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The ITA’s Work to Keep Americans Working: A Message from Under Secretary Francisco Sánchez

December 7, 2011

Francisco J. Sánchez is the Under Secretary of Commerce for International Trade.

Our focus at the International Trade Administration is on supporting American jobs, creating new opportunities for U.S. businesses and strengthening our partnerships abroad to bolster our economy here at home.

Francisco Under Secretary of Commerce for International Trade

Francisco Under Secretary of Commerce for International Trade

As you’ll read in this issue of International Trade Update, we are working every day — from the community level to the international level — on behalf of the American people to achieve these goals. And, as we look out at the landscape, it’s clear that one area that will be a key to our economic future is the Asia-Pacific.

President Obama recently said that “there’s no region in the world that we consider more vital than the Asia-Pacific region. And, we want, on a whole range of issues, to be working with our partner countries around the Pacific Rim in order to enhance job growth, prosperity, and security for all of us.”

That’s why the recent Asia-Pacific Economic Cooperation forum held in Honolulu, Hawaii was so important. I was proud to participate in this conference with President Obama, Commerce Secretary John Bryson, a host of other Administration officials and Asia-Pacific leaders. And, it’s safe to say we all left energized by the incredible possibilities and opportunities.

The 21 APEC member economies represent 2.7 billion consumers and generate 55 percent of the world’s GDP. In fact, the region is home to six of our top ten trading partners. Despite these stunning numbers, however, there is room for even more growth.

As this year’s APEC host, the United States has worked to fulfill this promise, and a great deal of progress has occurred. For example, APEC leaders agreed in Honolulu to:

  • Help small and medium-sized businesses by establishing business ethics principles and simplifying the customs process to make it faster, easier and cheaper to trade goods;
  • Reduce tariffs and other barriers that hinder the global exchange of environmental goods, one of the world’s most promising sectors; and
  • Reform the regulatory environment to level the playing field, enhance transparency and lessen unnecessary burdens on businesses.

ITA has been a valuable asset to this work, and we look forward during the APEC 2012 Russia host year to building on these results to strengthen the economy worldwide, for both our partners and the United States.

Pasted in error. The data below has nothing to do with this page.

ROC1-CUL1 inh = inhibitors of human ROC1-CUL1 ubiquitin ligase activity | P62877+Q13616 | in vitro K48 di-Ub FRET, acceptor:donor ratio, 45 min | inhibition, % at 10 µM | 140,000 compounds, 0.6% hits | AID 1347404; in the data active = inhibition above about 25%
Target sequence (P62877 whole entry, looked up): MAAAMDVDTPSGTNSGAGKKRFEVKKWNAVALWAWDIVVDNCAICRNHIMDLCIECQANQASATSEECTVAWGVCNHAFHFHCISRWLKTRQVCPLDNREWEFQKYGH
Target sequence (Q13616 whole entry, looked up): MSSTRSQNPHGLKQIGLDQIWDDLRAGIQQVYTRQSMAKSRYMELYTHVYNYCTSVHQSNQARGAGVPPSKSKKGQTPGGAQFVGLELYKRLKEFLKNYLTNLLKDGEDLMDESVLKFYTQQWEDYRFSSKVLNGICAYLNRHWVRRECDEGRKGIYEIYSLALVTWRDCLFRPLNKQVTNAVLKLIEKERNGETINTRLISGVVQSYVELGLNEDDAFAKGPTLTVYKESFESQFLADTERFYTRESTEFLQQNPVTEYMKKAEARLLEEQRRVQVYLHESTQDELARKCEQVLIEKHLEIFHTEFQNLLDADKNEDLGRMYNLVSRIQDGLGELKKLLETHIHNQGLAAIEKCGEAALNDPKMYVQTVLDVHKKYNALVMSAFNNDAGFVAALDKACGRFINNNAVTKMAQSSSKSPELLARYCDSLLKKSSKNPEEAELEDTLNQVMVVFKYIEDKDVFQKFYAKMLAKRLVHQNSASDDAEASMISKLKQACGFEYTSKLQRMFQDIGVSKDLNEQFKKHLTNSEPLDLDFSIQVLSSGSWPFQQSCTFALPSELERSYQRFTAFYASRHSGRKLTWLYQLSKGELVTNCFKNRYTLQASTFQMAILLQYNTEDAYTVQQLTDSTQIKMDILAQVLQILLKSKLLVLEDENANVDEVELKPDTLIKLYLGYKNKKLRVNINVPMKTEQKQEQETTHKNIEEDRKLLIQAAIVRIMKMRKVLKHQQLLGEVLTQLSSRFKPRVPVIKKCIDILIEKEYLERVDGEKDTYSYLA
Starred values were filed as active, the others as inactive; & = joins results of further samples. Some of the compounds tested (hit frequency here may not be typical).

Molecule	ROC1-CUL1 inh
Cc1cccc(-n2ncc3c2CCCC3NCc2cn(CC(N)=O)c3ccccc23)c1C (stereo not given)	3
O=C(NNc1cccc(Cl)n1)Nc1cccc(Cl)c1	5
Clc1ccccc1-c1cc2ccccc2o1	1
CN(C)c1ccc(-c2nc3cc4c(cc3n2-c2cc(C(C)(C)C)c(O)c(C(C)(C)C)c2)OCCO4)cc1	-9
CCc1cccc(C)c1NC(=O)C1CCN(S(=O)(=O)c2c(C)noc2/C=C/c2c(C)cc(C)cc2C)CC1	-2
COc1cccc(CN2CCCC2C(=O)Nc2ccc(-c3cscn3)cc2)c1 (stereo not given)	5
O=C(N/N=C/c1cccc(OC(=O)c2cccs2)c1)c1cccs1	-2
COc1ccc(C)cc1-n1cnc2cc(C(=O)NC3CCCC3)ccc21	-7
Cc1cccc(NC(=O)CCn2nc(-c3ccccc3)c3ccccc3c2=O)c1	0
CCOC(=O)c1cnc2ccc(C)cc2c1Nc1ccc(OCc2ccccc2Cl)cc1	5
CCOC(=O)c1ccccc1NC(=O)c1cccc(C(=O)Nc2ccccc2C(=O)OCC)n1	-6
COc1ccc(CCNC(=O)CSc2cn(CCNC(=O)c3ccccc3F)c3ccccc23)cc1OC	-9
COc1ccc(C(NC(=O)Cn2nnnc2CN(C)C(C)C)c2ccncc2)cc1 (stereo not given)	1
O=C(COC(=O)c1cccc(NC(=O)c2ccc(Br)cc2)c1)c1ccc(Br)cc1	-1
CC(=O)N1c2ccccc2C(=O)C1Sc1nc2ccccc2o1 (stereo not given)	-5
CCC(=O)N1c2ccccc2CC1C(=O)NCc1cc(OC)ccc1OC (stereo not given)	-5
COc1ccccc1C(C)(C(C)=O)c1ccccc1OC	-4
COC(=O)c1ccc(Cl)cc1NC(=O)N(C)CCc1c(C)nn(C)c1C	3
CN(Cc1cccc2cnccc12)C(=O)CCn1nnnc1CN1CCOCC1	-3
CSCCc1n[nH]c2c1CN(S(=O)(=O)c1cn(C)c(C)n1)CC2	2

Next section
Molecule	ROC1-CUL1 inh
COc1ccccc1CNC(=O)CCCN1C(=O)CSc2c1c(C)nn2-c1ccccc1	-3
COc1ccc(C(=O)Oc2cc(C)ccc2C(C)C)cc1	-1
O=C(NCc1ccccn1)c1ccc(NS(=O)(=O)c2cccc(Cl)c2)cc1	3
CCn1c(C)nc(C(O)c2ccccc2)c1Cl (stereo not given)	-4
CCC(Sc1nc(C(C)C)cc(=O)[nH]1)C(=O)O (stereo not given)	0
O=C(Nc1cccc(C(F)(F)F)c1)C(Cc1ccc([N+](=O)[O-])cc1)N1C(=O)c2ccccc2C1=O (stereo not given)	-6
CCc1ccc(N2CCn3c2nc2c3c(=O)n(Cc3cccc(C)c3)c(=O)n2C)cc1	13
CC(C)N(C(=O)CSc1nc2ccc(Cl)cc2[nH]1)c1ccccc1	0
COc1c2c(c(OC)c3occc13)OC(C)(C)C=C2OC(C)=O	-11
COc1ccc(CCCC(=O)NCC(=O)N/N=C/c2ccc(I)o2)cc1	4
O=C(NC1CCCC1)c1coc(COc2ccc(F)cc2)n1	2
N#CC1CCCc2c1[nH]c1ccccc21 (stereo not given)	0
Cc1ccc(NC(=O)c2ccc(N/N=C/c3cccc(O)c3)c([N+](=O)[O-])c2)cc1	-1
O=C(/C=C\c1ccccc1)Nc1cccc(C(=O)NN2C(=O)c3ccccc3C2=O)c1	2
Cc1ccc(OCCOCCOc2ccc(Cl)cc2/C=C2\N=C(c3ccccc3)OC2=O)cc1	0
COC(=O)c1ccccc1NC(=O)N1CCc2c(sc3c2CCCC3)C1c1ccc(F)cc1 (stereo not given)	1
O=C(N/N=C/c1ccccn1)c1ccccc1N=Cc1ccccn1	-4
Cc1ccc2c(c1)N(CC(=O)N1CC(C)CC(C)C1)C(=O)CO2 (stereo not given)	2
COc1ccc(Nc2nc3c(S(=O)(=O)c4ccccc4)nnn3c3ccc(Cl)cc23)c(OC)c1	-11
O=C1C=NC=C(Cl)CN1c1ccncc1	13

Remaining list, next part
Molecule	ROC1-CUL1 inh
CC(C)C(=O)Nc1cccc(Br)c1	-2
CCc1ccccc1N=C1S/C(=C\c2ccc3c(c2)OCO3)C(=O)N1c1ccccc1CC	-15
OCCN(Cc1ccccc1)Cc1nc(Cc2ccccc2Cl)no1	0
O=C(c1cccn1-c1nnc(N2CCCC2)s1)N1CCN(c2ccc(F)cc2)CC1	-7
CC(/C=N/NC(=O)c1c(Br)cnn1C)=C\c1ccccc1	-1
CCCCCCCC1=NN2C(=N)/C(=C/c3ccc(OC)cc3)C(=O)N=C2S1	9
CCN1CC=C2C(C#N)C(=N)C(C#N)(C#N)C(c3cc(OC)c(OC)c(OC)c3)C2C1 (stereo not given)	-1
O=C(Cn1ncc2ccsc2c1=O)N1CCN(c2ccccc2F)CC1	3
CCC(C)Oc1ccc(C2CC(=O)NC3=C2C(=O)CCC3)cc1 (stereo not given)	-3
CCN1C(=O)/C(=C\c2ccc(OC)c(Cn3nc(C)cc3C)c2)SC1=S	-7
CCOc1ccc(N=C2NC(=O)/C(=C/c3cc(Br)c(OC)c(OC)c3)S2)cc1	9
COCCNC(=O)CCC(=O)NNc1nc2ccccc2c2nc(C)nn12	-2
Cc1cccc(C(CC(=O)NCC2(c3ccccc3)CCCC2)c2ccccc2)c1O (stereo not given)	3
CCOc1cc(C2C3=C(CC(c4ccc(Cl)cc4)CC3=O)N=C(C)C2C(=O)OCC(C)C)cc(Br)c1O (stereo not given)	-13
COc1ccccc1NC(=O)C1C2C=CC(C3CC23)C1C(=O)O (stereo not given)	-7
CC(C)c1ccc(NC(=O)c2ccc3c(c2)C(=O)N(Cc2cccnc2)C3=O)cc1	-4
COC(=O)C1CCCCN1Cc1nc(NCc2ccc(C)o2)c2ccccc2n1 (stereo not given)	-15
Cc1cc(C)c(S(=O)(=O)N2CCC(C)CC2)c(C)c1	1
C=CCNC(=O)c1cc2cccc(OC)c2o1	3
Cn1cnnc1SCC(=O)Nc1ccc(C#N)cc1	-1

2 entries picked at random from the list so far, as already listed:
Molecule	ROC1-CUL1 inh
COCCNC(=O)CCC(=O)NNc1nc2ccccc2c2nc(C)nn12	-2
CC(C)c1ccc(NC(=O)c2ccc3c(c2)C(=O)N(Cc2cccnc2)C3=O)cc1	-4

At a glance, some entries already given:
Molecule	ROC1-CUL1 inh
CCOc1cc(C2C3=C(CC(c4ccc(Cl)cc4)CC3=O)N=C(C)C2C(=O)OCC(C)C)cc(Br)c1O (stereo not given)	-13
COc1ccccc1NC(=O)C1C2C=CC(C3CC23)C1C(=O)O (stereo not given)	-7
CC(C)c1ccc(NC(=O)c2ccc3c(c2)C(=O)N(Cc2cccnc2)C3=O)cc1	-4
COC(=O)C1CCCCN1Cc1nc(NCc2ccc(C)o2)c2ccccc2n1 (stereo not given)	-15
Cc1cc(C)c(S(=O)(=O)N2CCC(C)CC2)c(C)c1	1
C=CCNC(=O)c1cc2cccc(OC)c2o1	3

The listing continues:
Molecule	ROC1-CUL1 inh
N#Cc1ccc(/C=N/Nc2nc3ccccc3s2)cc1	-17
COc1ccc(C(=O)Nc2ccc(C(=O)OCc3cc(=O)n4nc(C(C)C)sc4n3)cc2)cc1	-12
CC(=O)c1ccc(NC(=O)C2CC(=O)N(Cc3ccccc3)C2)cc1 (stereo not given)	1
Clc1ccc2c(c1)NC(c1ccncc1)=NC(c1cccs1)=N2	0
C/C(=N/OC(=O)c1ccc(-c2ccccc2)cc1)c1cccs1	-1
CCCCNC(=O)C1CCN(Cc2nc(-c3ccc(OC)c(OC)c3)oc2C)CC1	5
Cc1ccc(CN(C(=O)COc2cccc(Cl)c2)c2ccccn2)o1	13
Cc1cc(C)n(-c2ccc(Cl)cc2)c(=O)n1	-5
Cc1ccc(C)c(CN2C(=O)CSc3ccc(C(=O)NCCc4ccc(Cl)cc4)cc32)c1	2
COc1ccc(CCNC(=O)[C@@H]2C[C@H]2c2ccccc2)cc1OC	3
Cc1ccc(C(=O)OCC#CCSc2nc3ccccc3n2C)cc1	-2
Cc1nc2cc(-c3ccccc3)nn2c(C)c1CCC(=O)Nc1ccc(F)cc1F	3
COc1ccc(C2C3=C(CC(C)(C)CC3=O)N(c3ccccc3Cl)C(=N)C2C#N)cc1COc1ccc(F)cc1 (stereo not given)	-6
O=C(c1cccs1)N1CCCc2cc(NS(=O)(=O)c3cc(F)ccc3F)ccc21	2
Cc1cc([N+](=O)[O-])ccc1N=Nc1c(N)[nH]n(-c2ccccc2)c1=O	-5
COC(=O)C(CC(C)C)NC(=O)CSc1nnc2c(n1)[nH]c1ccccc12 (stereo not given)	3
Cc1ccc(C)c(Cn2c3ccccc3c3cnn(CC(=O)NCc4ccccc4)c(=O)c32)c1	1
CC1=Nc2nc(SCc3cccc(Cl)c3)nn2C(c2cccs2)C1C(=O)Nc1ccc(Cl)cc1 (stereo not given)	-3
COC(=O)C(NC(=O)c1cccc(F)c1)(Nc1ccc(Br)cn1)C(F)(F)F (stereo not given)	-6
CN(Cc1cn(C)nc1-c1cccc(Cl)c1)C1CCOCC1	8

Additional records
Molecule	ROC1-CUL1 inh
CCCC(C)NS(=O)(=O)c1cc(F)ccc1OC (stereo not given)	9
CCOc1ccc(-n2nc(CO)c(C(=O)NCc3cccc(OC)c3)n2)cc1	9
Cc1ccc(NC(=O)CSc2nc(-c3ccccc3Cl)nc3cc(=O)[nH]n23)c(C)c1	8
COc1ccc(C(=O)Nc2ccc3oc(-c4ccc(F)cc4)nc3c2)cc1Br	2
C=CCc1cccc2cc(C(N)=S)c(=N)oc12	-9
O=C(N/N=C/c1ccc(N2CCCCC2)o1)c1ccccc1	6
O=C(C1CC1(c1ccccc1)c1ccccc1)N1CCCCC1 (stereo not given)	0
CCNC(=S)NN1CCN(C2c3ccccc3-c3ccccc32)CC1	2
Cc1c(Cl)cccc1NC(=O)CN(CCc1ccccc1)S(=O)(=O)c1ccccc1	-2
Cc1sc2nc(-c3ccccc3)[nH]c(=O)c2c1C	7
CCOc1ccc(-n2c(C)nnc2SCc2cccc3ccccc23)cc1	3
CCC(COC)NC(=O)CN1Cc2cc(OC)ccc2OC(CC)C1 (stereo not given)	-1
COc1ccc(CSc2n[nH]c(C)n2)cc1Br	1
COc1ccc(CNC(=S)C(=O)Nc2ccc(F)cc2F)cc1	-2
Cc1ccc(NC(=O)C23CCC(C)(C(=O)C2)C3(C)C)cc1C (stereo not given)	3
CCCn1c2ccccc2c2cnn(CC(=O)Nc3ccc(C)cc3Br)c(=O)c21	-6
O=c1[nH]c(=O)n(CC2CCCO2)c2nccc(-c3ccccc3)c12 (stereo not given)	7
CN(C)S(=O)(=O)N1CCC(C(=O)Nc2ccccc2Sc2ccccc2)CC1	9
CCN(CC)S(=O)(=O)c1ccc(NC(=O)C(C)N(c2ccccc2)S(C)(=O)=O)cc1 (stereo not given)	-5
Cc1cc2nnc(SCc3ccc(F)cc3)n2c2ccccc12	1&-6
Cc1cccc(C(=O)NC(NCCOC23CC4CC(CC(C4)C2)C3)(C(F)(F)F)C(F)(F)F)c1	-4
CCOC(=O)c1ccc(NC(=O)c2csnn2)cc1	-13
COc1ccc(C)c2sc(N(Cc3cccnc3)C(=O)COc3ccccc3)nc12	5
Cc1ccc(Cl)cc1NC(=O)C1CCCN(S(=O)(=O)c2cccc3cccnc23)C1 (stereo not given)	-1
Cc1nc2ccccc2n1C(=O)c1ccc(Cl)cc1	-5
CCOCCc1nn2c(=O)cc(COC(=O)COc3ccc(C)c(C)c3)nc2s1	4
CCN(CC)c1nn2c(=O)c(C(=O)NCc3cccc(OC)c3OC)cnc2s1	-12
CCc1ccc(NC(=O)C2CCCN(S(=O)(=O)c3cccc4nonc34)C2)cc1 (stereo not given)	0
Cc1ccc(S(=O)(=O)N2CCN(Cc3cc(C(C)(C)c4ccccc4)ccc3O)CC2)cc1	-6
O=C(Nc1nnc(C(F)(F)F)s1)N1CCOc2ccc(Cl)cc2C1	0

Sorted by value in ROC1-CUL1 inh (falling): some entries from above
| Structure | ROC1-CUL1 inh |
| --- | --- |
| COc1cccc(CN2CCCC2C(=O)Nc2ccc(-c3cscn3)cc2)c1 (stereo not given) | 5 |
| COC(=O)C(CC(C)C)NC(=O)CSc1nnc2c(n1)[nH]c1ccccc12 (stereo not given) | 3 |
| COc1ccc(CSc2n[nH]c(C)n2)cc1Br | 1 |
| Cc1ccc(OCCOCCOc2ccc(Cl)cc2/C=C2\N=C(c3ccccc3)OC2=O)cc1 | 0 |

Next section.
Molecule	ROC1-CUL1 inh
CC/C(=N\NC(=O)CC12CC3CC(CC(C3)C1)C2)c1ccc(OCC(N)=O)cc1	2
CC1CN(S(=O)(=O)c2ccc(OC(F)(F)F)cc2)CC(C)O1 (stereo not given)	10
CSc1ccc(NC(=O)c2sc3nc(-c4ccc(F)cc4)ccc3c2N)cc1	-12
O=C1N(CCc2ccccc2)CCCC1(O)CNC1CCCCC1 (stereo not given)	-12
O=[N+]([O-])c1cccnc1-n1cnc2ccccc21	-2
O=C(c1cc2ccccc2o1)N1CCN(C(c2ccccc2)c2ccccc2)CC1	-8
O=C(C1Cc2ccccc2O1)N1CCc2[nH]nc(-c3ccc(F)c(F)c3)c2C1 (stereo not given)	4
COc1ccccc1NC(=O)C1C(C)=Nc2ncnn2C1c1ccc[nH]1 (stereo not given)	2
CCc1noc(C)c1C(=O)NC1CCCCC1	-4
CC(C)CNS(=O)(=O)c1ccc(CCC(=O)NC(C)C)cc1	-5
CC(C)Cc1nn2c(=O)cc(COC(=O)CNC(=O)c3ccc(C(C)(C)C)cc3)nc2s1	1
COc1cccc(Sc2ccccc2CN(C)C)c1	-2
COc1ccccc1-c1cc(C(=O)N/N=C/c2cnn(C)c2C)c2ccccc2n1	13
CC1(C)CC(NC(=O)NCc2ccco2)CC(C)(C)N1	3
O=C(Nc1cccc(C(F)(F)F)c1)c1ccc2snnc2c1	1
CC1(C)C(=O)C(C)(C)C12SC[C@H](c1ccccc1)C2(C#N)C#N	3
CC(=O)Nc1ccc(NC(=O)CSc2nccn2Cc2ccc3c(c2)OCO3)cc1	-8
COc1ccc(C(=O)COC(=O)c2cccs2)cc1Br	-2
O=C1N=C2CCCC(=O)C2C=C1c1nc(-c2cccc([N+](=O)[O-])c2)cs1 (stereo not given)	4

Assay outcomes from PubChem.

We seek to do this in other ways as well.

For example, as you’ll read in this newsletter, the ITA’s U.S. and Foreign Commercial Service is helping businesses — like Amarr Garage Doors, which is featured in this month’s issue — sell their products and services in overseas markets.

I also was proud to join Secretary Bryson in announcing the Advisory Committee on Supply Chain Competitiveness to ensure that U.S. companies can ship their products efficiently and compete effectively in the global marketplace.

And, I continue to advocate for U.S. firms abroad. In November, I led a transportation infrastructure trade mission to Qatar and the United Arab Emirates, which have announced plans for hundreds of billions in new projects. I also headed a clean technology trade mission to India, which has set ambitious renewable energy goals to support its rapidly growing economy.

Through it all, those of us at ITA have been proud to give American businesses and workers new opportunities at this critically important time in our nation’s history. And, we are so happy to have partners around world helping us turn our plans into progress. This is important work.

As the President said in Honolulu, “behind all the different languages and some very long names, we all share the same hopes, the same struggles, and the same aspirations. And we’ve learned that we’re more likely to realize our aspirations when we pursue them together.”

4 comments

  1. Hello Francisco,

    These are great news, indeed. Initiatives that start in the US tend to spread fast to the rest of the world. And APEC is certainly not the easiest area at the moment to trade with, if you’re an outsider.


  2. Well said Mr.President , we all share the same hopes and dreams and it is easier to achieve those goals and targets when we are all working together .


  3. Hellow Mr. Sánchez:

    Thank you for serving the people. Do you think a free market, if left alone, will solve a lot it’s problems by itself, like Milton Friedman says it would? A lot of his reasoning of a free, minimally regulated market, makes sense. What do you think of Friedman’s teachings?

    Thank you if you answer this.


  4. I hope that we can put the fire of achievement back into the eyes of the average American. The only way for the economy to recover is on the talents of the masses not the incentives placed by the few.



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